Abu Dhabi: The Emirates Schools Establishment (ESE) has categorically denied rumours being circulated regarding the death of a female student from a heart attack purportedly due to failing a course or having to repeat an academic year.
The establishment confirmed that there is no record of any student by the purported name in any of the schools affiliated with the institution across the UAE.
Further investigation by official authorities has also confirmed that no student by this name has been reported dead in the country. The false narrative appears to have originated from certain social media accounts and lacks any factual foundation.
Such misleading information is not only alarming but also stands as a breach of the Federal Law on Countering Rumors and Cybercrimes, as it sows confusion and disseminates unverified, false news in the society. The Emirates school establishment urged the public to rely on official news sources and to exercise caution before sharing or publishing unverified information.
Tougher penalties for spreading rumours, false news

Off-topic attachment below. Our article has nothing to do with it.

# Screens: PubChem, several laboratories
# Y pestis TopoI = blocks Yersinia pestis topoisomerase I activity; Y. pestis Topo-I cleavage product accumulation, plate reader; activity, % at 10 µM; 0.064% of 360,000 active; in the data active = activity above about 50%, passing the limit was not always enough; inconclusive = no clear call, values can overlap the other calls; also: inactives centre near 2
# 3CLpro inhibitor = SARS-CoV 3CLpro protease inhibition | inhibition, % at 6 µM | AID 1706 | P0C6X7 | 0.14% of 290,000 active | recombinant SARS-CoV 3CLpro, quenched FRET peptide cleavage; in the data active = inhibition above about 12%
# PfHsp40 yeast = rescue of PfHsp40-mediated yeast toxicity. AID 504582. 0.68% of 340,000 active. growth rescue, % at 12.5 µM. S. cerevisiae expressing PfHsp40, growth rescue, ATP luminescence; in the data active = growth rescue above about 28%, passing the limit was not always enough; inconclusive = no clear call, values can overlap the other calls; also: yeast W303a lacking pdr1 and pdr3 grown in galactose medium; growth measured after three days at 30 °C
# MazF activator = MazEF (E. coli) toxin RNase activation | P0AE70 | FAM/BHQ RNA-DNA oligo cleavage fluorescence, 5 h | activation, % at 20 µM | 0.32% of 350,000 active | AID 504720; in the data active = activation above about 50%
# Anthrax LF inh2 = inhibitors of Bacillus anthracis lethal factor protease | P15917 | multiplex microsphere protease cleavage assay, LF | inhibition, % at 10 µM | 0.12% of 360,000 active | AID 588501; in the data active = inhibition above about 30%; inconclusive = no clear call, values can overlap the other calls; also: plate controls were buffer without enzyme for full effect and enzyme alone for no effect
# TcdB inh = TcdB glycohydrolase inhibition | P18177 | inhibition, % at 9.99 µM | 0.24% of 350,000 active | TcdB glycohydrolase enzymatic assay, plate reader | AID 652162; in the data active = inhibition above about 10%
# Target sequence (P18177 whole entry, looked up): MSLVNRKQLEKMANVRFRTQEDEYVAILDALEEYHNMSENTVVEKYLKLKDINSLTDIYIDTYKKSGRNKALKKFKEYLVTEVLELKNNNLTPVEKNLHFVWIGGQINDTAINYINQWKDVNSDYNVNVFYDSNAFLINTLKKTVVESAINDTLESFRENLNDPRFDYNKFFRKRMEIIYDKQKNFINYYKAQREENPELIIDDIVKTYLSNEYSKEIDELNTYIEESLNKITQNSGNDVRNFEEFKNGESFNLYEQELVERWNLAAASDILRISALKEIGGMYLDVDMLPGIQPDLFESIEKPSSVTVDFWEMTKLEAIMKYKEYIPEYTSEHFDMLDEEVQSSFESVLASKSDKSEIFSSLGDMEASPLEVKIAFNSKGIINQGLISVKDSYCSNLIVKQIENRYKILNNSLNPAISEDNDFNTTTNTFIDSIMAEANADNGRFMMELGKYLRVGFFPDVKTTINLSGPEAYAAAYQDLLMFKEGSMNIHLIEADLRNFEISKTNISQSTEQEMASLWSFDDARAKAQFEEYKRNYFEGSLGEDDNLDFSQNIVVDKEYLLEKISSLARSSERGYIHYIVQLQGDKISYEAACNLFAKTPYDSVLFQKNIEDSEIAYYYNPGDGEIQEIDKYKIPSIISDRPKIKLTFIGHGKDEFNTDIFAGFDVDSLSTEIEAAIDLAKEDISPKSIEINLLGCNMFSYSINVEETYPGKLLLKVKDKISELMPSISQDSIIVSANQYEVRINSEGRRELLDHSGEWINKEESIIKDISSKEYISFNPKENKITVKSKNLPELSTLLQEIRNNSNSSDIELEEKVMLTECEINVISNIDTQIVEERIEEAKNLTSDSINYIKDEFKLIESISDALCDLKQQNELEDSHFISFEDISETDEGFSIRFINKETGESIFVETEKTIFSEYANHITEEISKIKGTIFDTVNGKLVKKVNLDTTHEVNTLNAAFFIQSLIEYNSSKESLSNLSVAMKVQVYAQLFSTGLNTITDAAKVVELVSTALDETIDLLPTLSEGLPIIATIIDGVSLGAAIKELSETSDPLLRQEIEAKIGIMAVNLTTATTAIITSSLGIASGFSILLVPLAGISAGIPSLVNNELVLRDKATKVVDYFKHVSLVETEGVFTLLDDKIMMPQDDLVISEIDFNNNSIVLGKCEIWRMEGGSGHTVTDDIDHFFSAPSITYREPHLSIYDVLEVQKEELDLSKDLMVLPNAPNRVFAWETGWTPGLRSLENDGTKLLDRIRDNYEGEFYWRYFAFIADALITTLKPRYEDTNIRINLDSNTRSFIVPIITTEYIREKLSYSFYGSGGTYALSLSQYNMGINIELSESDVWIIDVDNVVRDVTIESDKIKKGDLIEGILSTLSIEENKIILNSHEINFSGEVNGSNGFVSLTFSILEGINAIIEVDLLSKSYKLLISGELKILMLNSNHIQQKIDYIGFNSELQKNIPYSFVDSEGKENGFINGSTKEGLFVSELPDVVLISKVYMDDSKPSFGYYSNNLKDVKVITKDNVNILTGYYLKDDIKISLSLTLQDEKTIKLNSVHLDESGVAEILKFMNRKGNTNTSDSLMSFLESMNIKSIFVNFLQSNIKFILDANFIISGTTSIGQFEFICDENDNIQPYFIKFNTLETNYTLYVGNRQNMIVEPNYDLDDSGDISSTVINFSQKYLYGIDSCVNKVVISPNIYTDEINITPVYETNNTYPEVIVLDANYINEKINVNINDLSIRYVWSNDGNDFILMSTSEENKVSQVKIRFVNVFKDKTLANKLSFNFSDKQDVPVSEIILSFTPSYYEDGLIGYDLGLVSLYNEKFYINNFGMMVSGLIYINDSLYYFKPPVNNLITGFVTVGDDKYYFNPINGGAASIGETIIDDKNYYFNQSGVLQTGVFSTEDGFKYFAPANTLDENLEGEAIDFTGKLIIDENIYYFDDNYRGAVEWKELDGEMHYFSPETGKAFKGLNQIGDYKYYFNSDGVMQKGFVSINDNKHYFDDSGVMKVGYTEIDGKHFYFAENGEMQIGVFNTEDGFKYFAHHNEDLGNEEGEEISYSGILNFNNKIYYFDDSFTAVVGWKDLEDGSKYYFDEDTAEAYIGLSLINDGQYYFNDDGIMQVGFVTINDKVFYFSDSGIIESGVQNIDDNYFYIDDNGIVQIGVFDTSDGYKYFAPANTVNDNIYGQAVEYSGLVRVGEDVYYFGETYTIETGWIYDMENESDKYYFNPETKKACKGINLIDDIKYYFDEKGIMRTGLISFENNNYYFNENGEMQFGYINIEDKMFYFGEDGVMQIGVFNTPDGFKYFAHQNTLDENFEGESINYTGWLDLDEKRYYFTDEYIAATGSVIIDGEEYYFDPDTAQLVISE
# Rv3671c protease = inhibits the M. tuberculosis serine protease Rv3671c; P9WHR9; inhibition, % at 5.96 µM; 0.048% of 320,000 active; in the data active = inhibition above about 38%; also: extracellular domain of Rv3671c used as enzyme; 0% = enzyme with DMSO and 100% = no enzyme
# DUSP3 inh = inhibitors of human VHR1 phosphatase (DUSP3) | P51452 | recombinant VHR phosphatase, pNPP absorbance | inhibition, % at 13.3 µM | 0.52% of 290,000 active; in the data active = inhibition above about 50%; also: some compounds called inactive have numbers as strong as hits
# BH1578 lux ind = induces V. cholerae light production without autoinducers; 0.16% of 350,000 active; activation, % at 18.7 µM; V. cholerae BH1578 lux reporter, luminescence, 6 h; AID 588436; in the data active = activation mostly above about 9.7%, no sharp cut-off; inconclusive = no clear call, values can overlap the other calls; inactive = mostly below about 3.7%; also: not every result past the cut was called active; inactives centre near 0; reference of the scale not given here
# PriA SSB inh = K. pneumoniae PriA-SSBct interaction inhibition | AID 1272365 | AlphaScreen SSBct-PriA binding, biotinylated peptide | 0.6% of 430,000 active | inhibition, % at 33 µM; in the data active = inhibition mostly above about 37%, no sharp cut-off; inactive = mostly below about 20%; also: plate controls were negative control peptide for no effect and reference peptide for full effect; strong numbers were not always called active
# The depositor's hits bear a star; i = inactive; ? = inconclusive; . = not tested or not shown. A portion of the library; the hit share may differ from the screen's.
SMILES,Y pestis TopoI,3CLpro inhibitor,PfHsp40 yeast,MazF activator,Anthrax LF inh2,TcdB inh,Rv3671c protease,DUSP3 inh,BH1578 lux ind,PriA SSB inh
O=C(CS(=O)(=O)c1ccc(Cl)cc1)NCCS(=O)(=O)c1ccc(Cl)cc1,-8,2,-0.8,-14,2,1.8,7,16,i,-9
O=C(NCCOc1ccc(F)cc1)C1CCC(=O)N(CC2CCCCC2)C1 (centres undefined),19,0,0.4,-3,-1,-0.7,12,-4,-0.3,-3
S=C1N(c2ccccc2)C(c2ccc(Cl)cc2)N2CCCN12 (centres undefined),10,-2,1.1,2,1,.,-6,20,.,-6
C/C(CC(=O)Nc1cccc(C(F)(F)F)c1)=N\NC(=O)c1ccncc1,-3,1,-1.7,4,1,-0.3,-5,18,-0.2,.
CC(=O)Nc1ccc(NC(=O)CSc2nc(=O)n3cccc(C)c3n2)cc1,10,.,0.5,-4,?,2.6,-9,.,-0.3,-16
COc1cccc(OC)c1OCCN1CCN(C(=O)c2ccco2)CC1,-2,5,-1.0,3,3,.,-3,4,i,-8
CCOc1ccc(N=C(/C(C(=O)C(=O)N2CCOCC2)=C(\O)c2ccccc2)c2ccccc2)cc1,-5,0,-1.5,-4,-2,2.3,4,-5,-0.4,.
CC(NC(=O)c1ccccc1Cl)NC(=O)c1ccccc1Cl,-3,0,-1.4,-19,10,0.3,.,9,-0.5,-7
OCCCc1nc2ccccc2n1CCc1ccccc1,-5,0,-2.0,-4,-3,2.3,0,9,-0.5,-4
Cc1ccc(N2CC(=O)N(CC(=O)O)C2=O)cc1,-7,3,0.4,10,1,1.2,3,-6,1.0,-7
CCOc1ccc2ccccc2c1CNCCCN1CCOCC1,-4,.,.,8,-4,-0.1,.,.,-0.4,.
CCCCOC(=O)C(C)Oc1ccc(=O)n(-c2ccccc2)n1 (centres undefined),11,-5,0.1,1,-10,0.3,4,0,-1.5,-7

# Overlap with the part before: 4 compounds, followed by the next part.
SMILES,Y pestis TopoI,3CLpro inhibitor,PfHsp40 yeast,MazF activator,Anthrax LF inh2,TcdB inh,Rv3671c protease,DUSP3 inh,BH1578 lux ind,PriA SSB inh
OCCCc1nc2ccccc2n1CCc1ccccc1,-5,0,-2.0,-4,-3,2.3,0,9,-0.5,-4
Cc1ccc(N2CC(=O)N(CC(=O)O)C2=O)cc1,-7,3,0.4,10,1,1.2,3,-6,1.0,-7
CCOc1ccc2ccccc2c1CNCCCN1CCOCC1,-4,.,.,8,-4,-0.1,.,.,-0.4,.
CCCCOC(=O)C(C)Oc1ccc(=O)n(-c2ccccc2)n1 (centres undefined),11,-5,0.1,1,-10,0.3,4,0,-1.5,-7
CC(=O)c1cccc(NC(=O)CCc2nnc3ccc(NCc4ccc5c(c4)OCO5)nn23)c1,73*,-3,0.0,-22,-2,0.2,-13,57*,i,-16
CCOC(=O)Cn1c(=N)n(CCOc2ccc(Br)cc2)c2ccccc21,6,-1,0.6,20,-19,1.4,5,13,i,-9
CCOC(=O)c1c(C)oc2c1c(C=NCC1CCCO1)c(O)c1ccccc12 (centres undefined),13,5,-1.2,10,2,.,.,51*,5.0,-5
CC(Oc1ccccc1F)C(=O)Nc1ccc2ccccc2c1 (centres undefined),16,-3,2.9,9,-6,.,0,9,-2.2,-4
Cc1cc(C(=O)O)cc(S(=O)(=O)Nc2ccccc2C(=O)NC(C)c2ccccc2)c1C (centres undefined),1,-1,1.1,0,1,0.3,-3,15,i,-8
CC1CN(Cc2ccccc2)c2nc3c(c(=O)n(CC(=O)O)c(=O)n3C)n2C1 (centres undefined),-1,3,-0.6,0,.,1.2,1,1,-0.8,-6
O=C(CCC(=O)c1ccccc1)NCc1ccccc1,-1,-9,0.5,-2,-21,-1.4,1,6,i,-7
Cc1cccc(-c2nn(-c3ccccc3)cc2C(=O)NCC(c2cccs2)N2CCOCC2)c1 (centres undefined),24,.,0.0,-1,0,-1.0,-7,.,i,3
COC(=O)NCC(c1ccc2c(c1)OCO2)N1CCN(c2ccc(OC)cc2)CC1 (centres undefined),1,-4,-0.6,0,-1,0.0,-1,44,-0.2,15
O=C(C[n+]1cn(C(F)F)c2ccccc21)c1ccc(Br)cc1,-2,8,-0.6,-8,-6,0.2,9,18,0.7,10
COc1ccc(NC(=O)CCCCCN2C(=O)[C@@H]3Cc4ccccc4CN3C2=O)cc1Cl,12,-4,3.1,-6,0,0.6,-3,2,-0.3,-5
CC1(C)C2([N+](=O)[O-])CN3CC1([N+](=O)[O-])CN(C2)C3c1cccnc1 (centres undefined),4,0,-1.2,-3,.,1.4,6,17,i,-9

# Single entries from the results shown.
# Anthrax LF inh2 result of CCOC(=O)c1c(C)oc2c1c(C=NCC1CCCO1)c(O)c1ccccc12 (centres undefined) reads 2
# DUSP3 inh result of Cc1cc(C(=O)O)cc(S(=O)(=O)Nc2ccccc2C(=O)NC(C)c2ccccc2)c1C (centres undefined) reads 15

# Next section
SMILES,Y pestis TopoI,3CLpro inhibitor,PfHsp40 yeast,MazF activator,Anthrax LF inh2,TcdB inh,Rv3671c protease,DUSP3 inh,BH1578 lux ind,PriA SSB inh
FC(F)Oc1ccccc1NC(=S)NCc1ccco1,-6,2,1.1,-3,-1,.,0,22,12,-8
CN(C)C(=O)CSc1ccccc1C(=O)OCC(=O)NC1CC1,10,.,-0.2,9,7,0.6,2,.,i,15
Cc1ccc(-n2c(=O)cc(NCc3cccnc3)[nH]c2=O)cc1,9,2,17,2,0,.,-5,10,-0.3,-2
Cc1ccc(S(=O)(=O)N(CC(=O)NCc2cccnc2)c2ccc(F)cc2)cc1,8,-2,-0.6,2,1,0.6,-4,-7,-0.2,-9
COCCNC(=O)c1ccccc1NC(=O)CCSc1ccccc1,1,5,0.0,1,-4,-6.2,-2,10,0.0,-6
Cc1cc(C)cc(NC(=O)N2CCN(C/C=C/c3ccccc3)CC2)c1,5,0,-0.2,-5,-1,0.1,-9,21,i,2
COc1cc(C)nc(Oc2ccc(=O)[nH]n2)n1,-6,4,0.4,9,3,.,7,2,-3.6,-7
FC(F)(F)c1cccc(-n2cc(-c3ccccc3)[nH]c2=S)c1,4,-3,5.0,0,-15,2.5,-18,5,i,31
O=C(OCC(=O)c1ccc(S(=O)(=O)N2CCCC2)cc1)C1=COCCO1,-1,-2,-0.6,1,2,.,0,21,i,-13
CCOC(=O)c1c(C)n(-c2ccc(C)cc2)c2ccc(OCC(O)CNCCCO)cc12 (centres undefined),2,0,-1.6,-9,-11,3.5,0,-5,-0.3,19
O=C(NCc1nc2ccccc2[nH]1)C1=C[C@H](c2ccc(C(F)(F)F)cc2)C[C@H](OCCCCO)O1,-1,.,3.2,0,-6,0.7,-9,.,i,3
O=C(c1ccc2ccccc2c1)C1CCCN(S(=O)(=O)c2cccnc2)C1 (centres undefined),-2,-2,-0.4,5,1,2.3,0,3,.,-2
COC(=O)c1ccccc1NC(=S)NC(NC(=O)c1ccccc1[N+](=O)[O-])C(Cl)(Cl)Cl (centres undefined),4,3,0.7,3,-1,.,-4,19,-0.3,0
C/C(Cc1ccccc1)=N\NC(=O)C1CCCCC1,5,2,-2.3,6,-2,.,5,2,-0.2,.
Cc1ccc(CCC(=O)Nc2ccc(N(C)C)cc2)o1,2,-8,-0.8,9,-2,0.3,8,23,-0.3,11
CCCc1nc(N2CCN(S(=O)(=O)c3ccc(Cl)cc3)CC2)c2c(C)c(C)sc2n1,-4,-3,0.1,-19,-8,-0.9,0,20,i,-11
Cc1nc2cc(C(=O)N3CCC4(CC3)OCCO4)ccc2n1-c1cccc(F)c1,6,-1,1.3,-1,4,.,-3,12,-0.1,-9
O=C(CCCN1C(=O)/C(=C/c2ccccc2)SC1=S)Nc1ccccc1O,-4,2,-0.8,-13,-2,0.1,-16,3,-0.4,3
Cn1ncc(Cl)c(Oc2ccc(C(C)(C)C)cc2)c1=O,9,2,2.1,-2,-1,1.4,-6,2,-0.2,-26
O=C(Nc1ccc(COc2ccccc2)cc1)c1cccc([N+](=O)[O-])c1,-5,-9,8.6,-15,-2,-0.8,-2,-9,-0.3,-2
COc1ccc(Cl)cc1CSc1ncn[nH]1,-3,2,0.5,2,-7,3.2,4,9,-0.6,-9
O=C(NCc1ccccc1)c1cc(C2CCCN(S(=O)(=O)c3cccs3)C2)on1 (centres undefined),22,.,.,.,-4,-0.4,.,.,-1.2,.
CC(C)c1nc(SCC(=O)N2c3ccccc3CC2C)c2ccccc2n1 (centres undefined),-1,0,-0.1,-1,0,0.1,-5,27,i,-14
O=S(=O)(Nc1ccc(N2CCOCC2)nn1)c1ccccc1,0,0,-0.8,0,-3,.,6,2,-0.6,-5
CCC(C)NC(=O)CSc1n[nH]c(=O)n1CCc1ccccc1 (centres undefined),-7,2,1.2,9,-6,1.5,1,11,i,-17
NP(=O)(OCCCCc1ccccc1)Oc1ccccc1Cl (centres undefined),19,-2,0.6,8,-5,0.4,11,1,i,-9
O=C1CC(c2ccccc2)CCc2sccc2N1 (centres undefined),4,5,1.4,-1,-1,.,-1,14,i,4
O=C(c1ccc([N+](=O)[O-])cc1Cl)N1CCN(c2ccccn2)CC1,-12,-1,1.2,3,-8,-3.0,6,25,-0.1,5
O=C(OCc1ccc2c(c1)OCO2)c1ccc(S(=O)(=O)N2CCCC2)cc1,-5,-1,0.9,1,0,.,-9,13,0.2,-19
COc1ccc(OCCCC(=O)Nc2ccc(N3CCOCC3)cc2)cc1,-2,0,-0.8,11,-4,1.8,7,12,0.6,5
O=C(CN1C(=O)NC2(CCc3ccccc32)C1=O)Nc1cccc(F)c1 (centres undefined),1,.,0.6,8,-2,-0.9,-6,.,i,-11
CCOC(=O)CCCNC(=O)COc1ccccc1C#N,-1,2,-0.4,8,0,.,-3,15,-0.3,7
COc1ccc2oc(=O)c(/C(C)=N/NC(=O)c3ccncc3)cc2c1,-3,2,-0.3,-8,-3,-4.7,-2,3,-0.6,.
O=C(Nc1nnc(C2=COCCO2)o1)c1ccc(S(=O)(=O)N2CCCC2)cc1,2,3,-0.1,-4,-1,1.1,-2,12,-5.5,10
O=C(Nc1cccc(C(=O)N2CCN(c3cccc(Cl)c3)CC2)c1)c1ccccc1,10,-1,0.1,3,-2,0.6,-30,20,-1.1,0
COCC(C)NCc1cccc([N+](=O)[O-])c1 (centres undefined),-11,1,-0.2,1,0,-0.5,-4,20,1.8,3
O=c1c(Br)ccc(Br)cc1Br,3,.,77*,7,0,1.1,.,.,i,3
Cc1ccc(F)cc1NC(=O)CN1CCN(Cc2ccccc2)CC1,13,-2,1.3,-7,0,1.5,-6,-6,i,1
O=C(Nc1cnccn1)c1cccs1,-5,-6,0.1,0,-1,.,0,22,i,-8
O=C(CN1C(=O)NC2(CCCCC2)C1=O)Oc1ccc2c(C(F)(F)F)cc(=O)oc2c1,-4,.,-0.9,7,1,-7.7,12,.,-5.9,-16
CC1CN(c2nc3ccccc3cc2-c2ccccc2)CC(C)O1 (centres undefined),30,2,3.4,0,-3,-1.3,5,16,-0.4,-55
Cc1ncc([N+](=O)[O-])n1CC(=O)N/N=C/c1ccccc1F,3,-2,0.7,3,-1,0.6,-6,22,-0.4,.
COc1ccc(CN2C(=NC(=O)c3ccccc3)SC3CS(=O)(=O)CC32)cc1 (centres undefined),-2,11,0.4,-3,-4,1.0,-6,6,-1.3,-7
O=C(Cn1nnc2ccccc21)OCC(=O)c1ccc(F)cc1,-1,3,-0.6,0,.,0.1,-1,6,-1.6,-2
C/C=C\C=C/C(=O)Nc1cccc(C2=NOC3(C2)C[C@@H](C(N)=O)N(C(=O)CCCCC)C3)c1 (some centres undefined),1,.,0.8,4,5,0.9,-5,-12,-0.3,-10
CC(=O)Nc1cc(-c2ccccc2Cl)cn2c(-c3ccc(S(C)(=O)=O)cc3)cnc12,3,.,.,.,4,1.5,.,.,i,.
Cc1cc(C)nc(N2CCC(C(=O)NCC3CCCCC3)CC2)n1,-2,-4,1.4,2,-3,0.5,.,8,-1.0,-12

Spreading rumours or propagating false news online has always been a punishable crime in the UAE. With the new amendments to UAE’s Cybercrime Law, however, the punishment for such offences has became harsher.
The new law presents tougher penalties for spreading rumours or false news on social media platforms. People can be punished with up to one year in jail and a fine of Dh100,000 if they publish or republish or circulate false news or information or propaganda.
New Federal Decree Law No 34 of 2021 has introduced major amendments to Federal Law 5 of 2012, Cybercrimes Law, covering crimes committed online.
The penalty can be up to two years in jail and a fine of Dh200,000 if the information published or shared results in agitating or stirring up public opinion against State authorities or institutions or are committed during times of pandemics, crises, emergencies or disasters